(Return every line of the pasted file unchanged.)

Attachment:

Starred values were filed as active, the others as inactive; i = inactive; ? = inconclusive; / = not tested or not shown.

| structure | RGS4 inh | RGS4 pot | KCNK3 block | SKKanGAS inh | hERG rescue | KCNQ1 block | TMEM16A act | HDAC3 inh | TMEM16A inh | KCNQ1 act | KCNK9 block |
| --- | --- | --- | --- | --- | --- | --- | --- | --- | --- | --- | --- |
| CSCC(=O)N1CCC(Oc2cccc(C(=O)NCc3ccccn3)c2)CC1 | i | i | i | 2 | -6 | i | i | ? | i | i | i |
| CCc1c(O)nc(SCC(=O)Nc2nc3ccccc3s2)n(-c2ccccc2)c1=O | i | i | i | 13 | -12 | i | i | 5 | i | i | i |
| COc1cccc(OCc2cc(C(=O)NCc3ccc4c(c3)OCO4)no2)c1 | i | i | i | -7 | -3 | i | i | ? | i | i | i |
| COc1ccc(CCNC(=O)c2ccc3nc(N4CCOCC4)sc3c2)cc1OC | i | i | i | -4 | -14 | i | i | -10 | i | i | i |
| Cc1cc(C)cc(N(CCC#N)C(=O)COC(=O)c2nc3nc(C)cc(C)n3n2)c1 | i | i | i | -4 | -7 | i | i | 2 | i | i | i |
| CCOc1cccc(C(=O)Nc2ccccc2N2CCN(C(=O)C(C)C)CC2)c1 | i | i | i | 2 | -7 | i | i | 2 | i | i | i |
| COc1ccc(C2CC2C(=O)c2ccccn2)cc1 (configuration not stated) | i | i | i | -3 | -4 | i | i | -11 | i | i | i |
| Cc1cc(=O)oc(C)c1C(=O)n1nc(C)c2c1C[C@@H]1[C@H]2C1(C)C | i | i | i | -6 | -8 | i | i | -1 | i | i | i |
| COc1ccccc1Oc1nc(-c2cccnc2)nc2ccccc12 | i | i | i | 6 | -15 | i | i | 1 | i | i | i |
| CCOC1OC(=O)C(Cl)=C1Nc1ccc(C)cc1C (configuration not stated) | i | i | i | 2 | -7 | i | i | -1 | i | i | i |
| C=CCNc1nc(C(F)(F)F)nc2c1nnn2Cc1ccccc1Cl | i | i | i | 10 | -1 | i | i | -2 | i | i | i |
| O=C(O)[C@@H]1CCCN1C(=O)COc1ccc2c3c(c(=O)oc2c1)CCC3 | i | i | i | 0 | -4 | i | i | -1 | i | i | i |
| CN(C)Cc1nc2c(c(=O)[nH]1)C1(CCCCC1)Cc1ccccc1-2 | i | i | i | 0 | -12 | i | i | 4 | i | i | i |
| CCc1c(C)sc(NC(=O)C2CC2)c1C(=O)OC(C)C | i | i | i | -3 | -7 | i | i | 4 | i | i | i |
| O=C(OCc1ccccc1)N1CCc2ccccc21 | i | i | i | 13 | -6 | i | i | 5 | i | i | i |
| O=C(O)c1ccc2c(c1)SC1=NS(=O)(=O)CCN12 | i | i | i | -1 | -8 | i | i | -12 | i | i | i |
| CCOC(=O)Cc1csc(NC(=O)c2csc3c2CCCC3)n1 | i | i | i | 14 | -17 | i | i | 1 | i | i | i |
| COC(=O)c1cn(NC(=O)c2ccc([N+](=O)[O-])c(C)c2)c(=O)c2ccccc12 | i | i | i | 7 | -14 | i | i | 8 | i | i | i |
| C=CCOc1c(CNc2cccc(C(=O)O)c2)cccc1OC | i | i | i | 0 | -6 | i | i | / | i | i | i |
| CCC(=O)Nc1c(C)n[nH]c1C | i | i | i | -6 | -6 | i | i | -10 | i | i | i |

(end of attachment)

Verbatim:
Starred values were filed as active, the others as inactive; i = inactive; ? = inconclusive; / = not tested or not shown.

| structure | RGS4 inh | RGS4 pot | KCNK3 block | SKKanGAS inh | hERG rescue | KCNQ1 block | TMEM16A act | HDAC3 inh | TMEM16A inh | KCNQ1 act | KCNK9 block |
| --- | --- | --- | --- | --- | --- | --- | --- | --- | --- | --- | --- |
| CSCC(=O)N1CCC(Oc2cccc(C(=O)NCc3ccccn3)c2)CC1 | i | i | i | 2 | -6 | i | i | ? | i | i | i |
| CCc1c(O)nc(SCC(=O)Nc2nc3ccccc3s2)n(-c2ccccc2)c1=O | i | i | i | 13 | -12 | i | i | 5 | i | i | i |
| COc1cccc(OCc2cc(C(=O)NCc3ccc4c(c3)OCO4)no2)c1 | i | i | i | -7 | -3 | i | i | ? | i | i | i |
| COc1ccc(CCNC(=O)c2ccc3nc(N4CCOCC4)sc3c2)cc1OC | i | i | i | -4 | -14 | i | i | -10 | i | i | i |
| Cc1cc(C)cc(N(CCC#N)C(=O)COC(=O)c2nc3nc(C)cc(C)n3n2)c1 | i | i | i | -4 | -7 | i | i | 2 | i | i | i |
| CCOc1cccc(C(=O)Nc2ccccc2N2CCN(C(=O)C(C)C)CC2)c1 | i | i | i | 2 | -7 | i | i | 2 | i | i | i |
| COc1ccc(C2CC2C(=O)c2ccccn2)cc1 (configuration not stated) | i | i | i | -3 | -4 | i | i | -11 | i | i | i |
| Cc1cc(=O)oc(C)c1C(=O)n1nc(C)c2c1C[C@@H]1[C@H]2C1(C)C | i | i | i | -6 | -8 | i | i | -1 | i | i | i |
| COc1ccccc1Oc1nc(-c2cccnc2)nc2ccccc12 | i | i | i | 6 | -15 | i | i | 1 | i | i | i |
| CCOC1OC(=O)C(Cl)=C1Nc1ccc(C)cc1C (configuration not stated) | i | i | i | 2 | -7 | i | i | -1 | i | i | i |
| C=CCNc1nc(C(F)(F)F)nc2c1nnn2Cc1ccccc1Cl | i | i | i | 10 | -1 | i | i | -2 | i | i | i |
| O=C(O)[C@@H]1CCCN1C(=O)COc1ccc2c3c(c(=O)oc2c1)CCC3 | i | i | i | 0 | -4 | i | i | -1 | i | i | i |
| CN(C)Cc1nc2c(c(=O)[nH]1)C1(CCCCC1)Cc1ccccc1-2 | i | i | i | 0 | -12 | i | i | 4 | i | i | i |
| CCc1c(C)sc(NC(=O)C2CC2)c1C(=O)OC(C)C | i | i | i | -3 | -7 | i | i | 4 | i | i | i |
| O=C(OCc1ccccc1)N1CCc2ccccc21 | i | i | i | 13 | -6 | i | i | 5 | i | i | i |
| O=C(O)c1ccc2c(c1)SC1=NS(=O)(=O)CCN12 | i | i | i | -1 | -8 | i | i | -12 | i | i | i |
| CCOC(=O)Cc1csc(NC(=O)c2csc3c2CCCC3)n1 | i | i | i | 14 | -17 | i | i | 1 | i | i | i |
| COC(=O)c1cn(NC(=O)c2ccc([N+](=O)[O-])c(C)c2)c(=O)c2ccccc12 | i | i | i | 7 | -14 | i | i | 8 | i | i | i |
| C=CCOc1c(CNc2cccc(C(=O)O)c2)cccc1OC | i | i | i | 0 | -6 | i | i | / | i | i | i |
| CCC(=O)Nc1c(C)n[nH]c1C | i | i | i | -6 | -6 | i | i | -10 | i | i | i |